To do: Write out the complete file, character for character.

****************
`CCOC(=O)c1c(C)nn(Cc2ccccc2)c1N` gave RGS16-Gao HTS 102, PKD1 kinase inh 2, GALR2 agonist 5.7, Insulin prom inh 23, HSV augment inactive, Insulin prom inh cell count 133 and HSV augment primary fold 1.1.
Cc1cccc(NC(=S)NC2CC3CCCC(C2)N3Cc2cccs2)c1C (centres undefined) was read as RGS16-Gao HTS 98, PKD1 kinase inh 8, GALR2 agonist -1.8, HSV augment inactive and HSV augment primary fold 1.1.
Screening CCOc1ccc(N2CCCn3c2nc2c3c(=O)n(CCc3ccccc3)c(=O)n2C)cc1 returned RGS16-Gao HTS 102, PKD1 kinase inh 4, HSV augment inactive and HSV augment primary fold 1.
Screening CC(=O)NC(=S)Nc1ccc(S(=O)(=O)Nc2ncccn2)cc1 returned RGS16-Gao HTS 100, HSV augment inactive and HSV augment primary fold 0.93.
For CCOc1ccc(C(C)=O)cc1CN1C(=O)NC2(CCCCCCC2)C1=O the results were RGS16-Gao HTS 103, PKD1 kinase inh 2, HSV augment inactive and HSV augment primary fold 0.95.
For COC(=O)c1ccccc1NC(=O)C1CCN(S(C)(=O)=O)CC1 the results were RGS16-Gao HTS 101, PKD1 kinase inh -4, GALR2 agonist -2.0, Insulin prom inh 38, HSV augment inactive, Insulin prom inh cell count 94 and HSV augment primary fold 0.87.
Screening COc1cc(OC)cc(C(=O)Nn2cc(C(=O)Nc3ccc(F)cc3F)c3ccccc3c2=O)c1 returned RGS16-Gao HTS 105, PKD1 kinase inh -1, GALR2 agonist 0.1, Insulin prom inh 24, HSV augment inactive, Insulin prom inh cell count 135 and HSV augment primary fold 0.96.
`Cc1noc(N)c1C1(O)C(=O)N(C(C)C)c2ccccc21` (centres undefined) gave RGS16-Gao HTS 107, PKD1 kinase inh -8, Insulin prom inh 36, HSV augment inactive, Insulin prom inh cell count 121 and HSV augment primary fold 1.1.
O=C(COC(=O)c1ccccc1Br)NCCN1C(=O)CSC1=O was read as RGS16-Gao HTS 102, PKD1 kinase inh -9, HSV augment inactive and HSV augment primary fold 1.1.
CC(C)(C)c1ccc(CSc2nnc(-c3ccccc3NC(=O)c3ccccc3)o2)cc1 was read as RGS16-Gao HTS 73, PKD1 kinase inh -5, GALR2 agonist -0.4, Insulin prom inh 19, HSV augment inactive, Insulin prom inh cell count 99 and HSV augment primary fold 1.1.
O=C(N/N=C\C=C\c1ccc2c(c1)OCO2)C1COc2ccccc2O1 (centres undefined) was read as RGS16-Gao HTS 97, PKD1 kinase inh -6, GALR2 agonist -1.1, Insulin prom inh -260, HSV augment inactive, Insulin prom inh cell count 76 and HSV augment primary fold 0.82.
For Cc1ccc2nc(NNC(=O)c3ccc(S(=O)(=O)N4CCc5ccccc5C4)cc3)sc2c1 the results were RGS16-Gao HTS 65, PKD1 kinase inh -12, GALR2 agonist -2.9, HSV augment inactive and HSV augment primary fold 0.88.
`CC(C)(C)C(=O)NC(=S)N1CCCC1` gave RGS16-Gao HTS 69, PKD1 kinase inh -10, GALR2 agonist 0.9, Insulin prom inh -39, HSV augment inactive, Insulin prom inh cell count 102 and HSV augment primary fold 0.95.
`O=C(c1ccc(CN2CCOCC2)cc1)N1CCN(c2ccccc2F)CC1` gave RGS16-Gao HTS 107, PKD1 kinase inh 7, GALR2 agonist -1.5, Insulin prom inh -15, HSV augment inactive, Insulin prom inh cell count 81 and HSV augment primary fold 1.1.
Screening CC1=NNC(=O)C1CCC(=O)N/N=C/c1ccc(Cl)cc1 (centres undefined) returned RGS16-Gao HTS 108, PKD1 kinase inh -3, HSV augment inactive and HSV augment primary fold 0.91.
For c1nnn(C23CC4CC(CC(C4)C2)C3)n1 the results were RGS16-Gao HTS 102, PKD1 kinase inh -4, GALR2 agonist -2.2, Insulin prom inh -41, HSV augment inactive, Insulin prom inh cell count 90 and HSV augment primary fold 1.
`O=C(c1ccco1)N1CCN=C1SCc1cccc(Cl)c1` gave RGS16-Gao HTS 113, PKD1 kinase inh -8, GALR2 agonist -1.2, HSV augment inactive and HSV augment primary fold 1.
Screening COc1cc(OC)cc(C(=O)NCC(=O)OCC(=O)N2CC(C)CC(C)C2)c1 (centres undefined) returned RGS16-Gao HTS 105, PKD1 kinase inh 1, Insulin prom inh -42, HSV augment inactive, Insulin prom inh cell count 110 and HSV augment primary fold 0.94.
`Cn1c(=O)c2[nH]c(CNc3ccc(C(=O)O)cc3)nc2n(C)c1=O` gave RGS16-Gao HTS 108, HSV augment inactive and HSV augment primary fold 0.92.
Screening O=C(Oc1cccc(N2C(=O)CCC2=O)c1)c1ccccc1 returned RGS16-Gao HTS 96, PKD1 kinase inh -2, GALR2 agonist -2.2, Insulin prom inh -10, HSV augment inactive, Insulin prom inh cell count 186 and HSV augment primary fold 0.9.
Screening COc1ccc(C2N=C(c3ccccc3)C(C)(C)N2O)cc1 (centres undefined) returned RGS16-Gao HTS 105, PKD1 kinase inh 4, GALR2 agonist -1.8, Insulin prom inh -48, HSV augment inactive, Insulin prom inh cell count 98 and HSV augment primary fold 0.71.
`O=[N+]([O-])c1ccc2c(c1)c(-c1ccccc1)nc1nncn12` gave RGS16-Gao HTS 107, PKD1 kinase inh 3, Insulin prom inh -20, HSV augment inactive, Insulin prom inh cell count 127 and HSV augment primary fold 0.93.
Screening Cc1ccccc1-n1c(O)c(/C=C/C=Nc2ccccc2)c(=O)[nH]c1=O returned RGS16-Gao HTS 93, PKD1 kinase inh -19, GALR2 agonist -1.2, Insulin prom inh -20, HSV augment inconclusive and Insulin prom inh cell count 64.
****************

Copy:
`CCOC(=O)c1c(C)nn(Cc2ccccc2)c1N` gave RGS16-Gao HTS 102, PKD1 kinase inh 2, GALR2 agonist 5.7, Insulin prom inh 23, HSV augment inactive, Insulin prom inh cell count 133 and HSV augment primary fold 1.1.
Cc1cccc(NC(=S)NC2CC3CCCC(C2)N3Cc2cccs2)c1C (centres undefined) was read as RGS16-Gao HTS 98, PKD1 kinase inh 8, GALR2 agonist -1.8, HSV augment inactive and HSV augment primary fold 1.1.
Screening CCOc1ccc(N2CCCn3c2nc2c3c(=O)n(CCc3ccccc3)c(=O)n2C)cc1 returned RGS16-Gao HTS 102, PKD1 kinase inh 4, HSV augment inactive and HSV augment primary fold 1.
Screening CC(=O)NC(=S)Nc1ccc(S(=O)(=O)Nc2ncccn2)cc1 returned RGS16-Gao HTS 100, HSV augment inactive and HSV augment primary fold 0.93.
For CCOc1ccc(C(C)=O)cc1CN1C(=O)NC2(CCCCCCC2)C1=O the results were RGS16-Gao HTS 103, PKD1 kinase inh 2, HSV augment inactive and HSV augment primary fold 0.95.
For COC(=O)c1ccccc1NC(=O)C1CCN(S(C)(=O)=O)CC1 the results were RGS16-Gao HTS 101, PKD1 kinase inh -4, GALR2 agonist -2.0, Insulin prom inh 38, HSV augment inactive, Insulin prom inh cell count 94 and HSV augment primary fold 0.87.
Screening COc1cc(OC)cc(C(=O)Nn2cc(C(=O)Nc3ccc(F)cc3F)c3ccccc3c2=O)c1 returned RGS16-Gao HTS 105, PKD1 kinase inh -1, GALR2 agonist 0.1, Insulin prom inh 24, HSV augment inactive, Insulin prom inh cell count 135 and HSV augment primary fold 0.96.
`Cc1noc(N)c1C1(O)C(=O)N(C(C)C)c2ccccc21` (centres undefined) gave RGS16-Gao HTS 107, PKD1 kinase inh -8, Insulin prom inh 36, HSV augment inactive, Insulin prom inh cell count 121 and HSV augment primary fold 1.1.
O=C(COC(=O)c1ccccc1Br)NCCN1C(=O)CSC1=O was read as RGS16-Gao HTS 102, PKD1 kinase inh -9, HSV augment inactive and HSV augment primary fold 1.1.
CC(C)(C)c1ccc(CSc2nnc(-c3ccccc3NC(=O)c3ccccc3)o2)cc1 was read as RGS16-Gao HTS 73, PKD1 kinase inh -5, GALR2 agonist -0.4, Insulin prom inh 19, HSV augment inactive, Insulin prom inh cell count 99 and HSV augment primary fold 1.1.
O=C(N/N=C\C=C\c1ccc2c(c1)OCO2)C1COc2ccccc2O1 (centres undefined) was read as RGS16-Gao HTS 97, PKD1 kinase inh -6, GALR2 agonist -1.1, Insulin prom inh -260, HSV augment inactive, Insulin prom inh cell count 76 and HSV augment primary fold 0.82.
For Cc1ccc2nc(NNC(=O)c3ccc(S(=O)(=O)N4CCc5ccccc5C4)cc3)sc2c1 the results were RGS16-Gao HTS 65, PKD1 kinase inh -12, GALR2 agonist -2.9, HSV augment inactive and HSV augment primary fold 0.88.
`CC(C)(C)C(=O)NC(=S)N1CCCC1` gave RGS16-Gao HTS 69, PKD1 kinase inh -10, GALR2 agonist 0.9, Insulin prom inh -39, HSV augment inactive, Insulin prom inh cell count 102 and HSV augment primary fold 0.95.
`O=C(c1ccc(CN2CCOCC2)cc1)N1CCN(c2ccccc2F)CC1` gave RGS16-Gao HTS 107, PKD1 kinase inh 7, GALR2 agonist -1.5, Insulin prom inh -15, HSV augment inactive, Insulin prom inh cell count 81 and HSV augment primary fold 1.1.
Screening CC1=NNC(=O)C1CCC(=O)N/N=C/c1ccc(Cl)cc1 (centres undefined) returned RGS16-Gao HTS 108, PKD1 kinase inh -3, HSV augment inactive and HSV augment primary fold 0.91.
For c1nnn(C23CC4CC(CC(C4)C2)C3)n1 the results were RGS16-Gao HTS 102, PKD1 kinase inh -4, GALR2 agonist -2.2, Insulin prom inh -41, HSV augment inactive, Insulin prom inh cell count 90 and HSV augment primary fold 1.
`O=C(c1ccco1)N1CCN=C1SCc1cccc(Cl)c1` gave RGS16-Gao HTS 113, PKD1 kinase inh -8, GALR2 agonist -1.2, HSV augment inactive and HSV augment primary fold 1.
Screening COc1cc(OC)cc(C(=O)NCC(=O)OCC(=O)N2CC(C)CC(C)C2)c1 (centres undefined) returned RGS16-Gao HTS 105, PKD1 kinase inh 1, Insulin prom inh -42, HSV augment inactive, Insulin prom inh cell count 110 and HSV augment primary fold 0.94.
`Cn1c(=O)c2[nH]c(CNc3ccc(C(=O)O)cc3)nc2n(C)c1=O` gave RGS16-Gao HTS 108, HSV augment inactive and HSV augment primary fold 0.92.
Screening O=C(Oc1cccc(N2C(=O)CCC2=O)c1)c1ccccc1 returned RGS16-Gao HTS 96, PKD1 kinase inh -2, GALR2 agonist -2.2, Insulin prom inh -10, HSV augment inactive, Insulin prom inh cell count 186 and HSV augment primary fold 0.9.
Screening COc1ccc(C2N=C(c3ccccc3)C(C)(C)N2O)cc1 (centres undefined) returned RGS16-Gao HTS 105, PKD1 kinase inh 4, GALR2 agonist -1.8, Insulin prom inh -48, HSV augment inactive, Insulin prom inh cell count 98 and HSV augment primary fold 0.71.
`O=[N+]([O-])c1ccc2c(c1)c(-c1ccccc1)nc1nncn12` gave RGS16-Gao HTS 107, PKD1 kinase inh 3, Insulin prom inh -20, HSV augment inactive, Insulin prom inh cell count 127 and HSV augment primary fold 0.93.
Screening Cc1ccccc1-n1c(O)c(/C=C/C=Nc2ccccc2)c(=O)[nH]c1=O returned RGS16-Gao HTS 93, PKD1 kinase inh -19, GALR2 agonist -1.2, Insulin prom inh -20, HSV augment inconclusive and Insulin prom inh cell count 64.